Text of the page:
* 9×13 pan * a pot large enough to mix in * a 1/2 tsp. measuring spoon * 1 c. measuring cup *wooden spoon

***WARNING: these brownies aren’t “healthy”–they’re just not processed or prepackaged.  Personally, I’m okay with lots of butter!

1 c. butter
1 c. brown sugar
1 c. white sugar
2 tsp. vanilla
4 eggs
1 c. flour
2/3 c. cocoa powder
1/2 tsp. salt
1/2 tsp. baking powder
1/2 bag chocolate chips, peanut butter chips, mint chips or 1 c. nuts (optional)

The trick to making this with minimal dishes is doing it in the right order.  Here goes!

1. Preheat oven to 350°.  Melt butter in pot on stove over medium heat.

2.  While waiting for butter to melt, rub the wrapper of the butter over your 9×13 pan to grease it.  Use the 1/2 tsp. measuring spoon to spoon a little flour into the pan and tap the pan on all sides, shaking the flour around to coat evenly.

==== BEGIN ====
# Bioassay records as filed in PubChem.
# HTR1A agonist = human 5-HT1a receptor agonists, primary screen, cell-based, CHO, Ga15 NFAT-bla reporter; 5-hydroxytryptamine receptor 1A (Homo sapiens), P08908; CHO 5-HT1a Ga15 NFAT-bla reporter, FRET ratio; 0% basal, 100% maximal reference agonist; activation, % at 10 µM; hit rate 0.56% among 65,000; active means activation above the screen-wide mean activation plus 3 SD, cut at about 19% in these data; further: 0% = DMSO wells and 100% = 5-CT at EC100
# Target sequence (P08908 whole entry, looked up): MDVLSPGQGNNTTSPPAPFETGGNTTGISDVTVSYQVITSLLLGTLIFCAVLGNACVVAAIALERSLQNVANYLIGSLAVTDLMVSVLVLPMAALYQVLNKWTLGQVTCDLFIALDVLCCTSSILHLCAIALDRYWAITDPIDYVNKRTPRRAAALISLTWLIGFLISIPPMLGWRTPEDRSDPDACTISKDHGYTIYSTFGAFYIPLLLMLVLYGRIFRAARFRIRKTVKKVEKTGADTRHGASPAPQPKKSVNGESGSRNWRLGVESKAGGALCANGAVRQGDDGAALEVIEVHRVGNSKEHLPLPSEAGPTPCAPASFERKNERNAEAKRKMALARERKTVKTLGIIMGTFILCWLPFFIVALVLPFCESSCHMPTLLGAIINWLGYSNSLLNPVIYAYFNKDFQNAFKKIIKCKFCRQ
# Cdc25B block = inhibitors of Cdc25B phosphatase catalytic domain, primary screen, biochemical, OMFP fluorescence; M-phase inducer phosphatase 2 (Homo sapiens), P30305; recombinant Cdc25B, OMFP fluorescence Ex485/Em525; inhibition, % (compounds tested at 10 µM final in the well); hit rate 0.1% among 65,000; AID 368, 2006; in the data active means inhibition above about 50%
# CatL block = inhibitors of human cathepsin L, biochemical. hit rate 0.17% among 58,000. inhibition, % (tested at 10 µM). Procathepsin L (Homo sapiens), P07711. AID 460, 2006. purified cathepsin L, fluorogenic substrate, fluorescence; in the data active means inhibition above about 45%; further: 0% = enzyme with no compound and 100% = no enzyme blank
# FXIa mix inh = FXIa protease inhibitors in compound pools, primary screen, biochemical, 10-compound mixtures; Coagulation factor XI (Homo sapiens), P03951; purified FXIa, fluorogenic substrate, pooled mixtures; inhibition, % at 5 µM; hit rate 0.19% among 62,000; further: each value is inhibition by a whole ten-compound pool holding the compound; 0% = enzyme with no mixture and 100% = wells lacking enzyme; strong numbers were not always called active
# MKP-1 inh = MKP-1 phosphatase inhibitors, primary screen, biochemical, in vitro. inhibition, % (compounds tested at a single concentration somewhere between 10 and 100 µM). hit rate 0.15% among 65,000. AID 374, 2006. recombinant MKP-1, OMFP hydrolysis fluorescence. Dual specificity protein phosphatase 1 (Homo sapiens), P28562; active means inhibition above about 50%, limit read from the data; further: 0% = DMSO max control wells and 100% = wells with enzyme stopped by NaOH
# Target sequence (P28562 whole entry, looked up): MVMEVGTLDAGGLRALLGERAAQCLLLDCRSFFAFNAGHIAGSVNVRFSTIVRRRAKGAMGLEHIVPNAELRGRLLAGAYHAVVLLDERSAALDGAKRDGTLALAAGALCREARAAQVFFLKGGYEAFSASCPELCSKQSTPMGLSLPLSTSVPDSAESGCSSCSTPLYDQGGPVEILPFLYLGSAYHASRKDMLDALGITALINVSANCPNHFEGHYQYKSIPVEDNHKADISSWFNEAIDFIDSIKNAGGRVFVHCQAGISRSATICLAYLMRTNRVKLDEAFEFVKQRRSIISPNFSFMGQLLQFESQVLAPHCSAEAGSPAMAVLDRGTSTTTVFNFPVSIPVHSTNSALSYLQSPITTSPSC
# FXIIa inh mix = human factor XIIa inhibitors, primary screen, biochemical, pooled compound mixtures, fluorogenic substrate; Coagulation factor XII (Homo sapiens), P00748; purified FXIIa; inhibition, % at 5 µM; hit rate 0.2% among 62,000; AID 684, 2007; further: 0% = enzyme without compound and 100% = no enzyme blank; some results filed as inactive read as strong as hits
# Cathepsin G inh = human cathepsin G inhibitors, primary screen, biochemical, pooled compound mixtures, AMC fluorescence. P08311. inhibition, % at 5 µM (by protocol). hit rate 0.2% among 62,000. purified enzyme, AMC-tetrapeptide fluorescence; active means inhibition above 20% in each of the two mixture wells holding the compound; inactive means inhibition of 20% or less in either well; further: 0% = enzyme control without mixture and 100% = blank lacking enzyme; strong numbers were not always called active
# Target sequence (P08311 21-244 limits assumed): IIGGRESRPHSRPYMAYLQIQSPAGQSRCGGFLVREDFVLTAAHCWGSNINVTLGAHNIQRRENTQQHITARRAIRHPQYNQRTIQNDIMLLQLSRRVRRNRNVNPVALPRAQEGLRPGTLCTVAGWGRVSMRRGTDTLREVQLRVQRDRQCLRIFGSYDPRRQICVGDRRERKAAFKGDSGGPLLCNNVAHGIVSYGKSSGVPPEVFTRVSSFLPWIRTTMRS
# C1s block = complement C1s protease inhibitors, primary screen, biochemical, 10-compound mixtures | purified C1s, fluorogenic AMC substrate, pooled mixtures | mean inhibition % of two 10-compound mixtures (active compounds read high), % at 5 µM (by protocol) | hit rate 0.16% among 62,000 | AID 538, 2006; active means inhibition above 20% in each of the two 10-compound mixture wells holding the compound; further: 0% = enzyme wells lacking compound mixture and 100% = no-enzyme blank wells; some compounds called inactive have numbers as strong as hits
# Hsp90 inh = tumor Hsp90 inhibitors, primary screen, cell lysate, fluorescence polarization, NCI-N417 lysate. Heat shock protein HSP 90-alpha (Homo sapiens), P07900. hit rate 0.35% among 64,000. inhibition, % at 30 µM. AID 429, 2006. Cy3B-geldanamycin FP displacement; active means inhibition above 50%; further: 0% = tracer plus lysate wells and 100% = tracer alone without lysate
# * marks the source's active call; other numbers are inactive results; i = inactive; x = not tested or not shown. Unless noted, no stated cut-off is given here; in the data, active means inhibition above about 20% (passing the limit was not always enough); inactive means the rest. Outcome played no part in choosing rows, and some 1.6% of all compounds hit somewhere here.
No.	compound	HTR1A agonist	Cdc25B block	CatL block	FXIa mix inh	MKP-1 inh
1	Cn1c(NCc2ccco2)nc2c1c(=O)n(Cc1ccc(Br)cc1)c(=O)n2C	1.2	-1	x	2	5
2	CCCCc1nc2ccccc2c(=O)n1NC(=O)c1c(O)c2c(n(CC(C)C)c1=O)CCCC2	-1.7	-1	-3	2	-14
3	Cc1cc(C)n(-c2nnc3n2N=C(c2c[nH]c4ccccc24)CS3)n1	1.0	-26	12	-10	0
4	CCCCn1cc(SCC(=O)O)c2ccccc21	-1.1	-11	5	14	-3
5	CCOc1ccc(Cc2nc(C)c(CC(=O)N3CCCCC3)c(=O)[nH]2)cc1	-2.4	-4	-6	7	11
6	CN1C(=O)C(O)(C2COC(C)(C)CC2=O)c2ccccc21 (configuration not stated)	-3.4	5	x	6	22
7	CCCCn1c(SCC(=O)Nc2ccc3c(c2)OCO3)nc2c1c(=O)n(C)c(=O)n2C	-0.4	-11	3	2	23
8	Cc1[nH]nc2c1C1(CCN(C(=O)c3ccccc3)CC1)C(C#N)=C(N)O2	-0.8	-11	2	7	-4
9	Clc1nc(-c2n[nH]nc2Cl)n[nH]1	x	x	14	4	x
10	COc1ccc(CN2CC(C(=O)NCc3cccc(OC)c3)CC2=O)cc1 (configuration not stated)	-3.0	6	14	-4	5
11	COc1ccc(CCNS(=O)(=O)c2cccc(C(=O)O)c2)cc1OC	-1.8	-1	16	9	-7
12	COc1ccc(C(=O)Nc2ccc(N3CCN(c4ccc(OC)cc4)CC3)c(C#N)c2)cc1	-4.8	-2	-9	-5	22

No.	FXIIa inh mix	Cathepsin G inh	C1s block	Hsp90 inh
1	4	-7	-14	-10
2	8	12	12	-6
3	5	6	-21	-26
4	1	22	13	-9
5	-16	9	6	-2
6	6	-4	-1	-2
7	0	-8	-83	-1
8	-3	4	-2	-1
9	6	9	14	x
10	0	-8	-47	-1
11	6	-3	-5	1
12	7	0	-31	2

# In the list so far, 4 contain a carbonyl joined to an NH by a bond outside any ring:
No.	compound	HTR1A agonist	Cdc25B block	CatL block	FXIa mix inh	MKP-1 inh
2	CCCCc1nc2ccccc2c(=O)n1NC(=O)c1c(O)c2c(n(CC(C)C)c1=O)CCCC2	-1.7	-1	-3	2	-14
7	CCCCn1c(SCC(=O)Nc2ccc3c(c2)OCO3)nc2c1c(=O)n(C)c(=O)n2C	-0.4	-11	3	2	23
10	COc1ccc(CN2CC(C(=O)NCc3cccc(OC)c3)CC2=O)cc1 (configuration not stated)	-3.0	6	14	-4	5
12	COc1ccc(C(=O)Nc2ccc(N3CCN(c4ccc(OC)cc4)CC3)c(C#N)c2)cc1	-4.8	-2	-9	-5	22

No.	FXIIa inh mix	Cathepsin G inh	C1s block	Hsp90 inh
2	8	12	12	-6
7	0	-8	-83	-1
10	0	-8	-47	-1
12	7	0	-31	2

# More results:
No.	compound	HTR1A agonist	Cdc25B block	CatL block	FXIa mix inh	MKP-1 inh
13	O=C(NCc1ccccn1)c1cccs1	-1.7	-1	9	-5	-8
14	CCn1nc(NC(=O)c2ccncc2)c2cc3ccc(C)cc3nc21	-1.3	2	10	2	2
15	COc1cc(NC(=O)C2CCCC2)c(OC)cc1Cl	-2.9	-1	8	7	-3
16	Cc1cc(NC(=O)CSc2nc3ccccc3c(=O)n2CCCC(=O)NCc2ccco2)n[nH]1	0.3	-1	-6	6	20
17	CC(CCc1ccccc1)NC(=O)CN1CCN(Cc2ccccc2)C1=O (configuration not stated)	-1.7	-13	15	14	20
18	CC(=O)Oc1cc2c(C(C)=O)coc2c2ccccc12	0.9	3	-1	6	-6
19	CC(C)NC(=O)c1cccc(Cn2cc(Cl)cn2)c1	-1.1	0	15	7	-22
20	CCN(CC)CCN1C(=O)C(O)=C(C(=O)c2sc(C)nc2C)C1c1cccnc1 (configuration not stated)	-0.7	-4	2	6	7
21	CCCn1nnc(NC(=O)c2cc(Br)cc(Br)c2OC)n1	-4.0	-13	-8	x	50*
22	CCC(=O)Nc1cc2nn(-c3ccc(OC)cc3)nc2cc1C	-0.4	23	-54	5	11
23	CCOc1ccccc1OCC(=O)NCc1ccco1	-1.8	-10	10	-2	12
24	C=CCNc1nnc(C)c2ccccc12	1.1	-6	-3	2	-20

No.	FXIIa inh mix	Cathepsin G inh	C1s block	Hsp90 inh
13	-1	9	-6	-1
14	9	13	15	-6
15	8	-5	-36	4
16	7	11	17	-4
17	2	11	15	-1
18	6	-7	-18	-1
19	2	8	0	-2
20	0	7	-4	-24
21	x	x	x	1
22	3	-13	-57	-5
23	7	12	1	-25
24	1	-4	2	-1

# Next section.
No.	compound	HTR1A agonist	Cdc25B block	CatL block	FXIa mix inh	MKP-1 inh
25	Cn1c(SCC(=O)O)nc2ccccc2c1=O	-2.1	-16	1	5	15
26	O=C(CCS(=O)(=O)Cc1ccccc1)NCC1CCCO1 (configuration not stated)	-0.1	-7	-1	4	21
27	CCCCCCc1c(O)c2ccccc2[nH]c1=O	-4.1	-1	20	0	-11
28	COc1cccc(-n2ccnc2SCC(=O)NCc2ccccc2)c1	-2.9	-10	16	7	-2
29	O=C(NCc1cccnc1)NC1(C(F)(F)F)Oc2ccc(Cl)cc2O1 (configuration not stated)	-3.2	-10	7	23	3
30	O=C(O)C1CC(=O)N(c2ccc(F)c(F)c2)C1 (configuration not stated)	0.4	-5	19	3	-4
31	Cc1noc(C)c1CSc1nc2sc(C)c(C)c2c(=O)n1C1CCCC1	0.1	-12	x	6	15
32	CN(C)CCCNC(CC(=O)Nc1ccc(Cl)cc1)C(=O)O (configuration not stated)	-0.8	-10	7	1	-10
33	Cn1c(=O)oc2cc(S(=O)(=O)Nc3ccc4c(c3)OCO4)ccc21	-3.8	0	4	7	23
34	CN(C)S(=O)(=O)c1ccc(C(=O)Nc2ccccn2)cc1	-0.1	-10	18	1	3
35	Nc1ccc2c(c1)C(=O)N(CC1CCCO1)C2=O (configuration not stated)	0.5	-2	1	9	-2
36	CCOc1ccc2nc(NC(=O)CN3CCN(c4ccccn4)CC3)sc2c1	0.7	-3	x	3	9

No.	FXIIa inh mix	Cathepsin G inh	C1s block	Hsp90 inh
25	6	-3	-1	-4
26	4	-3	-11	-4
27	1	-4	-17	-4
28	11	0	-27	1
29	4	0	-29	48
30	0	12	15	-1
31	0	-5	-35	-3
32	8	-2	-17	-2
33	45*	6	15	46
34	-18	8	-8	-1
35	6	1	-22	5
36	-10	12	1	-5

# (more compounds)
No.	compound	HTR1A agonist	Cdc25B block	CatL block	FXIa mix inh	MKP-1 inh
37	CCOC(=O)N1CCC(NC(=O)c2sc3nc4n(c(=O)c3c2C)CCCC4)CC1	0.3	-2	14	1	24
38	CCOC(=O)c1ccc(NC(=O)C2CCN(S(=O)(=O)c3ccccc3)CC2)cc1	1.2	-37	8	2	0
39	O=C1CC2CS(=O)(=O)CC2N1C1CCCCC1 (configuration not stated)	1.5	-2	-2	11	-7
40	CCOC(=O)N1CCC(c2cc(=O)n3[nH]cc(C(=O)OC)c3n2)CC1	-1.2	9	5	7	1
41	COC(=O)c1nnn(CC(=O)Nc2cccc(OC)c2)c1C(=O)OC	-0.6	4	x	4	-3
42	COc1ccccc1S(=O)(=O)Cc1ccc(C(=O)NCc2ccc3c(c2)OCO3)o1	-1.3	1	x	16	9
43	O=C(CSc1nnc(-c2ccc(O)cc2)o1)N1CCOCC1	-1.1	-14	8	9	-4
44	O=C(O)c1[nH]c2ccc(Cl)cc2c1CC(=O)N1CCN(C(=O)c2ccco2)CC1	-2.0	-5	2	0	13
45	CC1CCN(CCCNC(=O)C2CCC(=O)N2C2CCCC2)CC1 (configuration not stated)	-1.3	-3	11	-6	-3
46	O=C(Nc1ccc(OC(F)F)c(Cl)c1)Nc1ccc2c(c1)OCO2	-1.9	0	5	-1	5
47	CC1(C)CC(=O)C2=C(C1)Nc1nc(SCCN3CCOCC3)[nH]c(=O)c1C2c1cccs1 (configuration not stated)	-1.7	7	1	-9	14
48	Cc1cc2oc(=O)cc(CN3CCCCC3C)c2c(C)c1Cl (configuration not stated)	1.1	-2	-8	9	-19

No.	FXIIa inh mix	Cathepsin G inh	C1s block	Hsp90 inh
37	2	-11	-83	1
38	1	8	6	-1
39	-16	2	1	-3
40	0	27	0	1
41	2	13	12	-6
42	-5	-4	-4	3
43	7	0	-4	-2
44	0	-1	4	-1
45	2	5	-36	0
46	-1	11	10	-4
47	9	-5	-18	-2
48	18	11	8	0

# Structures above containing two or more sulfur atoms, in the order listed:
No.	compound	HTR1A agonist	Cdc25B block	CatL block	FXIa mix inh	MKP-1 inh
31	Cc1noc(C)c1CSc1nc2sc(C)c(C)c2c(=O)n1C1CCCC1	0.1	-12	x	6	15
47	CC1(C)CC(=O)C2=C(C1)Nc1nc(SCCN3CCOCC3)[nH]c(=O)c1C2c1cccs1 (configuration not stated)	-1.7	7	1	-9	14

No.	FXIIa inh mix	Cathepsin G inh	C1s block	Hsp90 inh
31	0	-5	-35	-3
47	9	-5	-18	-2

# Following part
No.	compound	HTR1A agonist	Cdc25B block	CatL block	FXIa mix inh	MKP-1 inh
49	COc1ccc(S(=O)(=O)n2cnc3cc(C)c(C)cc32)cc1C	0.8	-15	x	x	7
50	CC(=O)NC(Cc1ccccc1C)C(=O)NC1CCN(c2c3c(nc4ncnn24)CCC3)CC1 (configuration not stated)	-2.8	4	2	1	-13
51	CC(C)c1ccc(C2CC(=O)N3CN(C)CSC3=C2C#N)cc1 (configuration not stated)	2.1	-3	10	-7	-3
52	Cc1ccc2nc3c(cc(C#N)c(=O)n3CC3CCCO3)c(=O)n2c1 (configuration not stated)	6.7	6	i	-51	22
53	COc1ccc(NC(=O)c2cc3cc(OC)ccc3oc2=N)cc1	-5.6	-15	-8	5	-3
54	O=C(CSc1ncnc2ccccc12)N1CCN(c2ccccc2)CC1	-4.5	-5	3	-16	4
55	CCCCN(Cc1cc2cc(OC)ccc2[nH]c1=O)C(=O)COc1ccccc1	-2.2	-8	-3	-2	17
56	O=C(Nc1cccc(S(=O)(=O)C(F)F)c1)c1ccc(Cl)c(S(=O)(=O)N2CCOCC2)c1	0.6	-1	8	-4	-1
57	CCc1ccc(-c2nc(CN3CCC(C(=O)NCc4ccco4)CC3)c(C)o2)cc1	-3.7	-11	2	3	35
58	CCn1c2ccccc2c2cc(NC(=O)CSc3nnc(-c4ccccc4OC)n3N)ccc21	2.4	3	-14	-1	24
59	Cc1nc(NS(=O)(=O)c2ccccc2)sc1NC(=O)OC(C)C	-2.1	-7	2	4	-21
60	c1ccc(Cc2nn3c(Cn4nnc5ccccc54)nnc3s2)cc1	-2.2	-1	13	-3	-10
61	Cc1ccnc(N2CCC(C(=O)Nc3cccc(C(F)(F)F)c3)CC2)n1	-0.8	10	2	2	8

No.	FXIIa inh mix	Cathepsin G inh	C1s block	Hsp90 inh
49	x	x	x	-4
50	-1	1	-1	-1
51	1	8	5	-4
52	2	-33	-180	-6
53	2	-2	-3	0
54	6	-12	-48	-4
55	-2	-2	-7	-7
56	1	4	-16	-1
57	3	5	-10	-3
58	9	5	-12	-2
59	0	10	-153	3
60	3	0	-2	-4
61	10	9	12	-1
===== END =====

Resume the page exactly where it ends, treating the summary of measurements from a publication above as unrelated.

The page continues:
3.  As soon as butter is melted, remove pot immediately from the heat.  In 1 c. measuring cup, measure out brown then white sugar  and stir into the melted butter (you can use 2 c. brown or 2 c. white to make it easier, but I like the taste of half and half).

4. Measure out the salt in the 1/2 tsp. measuring spoon, then the baking powder, and mix into the pot.  Then add the c. of flour (best to do this after the baking powder and salt to make sure those two ingredients mix evenly into the liquid first).

5. Using 1/2 tsp. measuring spoon to help scoop, fill your 1 c. measuring cup almost all the way full of cocoa powder (there’s no need to use a different measuring cup to be exact for the 2/3 c. of cocoa powder…after all, who objects to a little extra chocolate?).  Stir in cocoa powder.

6. Add in eggs (the other ingredients will have cooled the warm butter down enough not to cook the eggs…egg particles in brownies = yuck!).  Stir in the vanilla, 1/2 a tsp. at a time so you don’t have to dirty another measuring spoon (you can substitute 1 tsp. of peppermint extract for one of the tsp. of vanilla if you’re making mint brownies).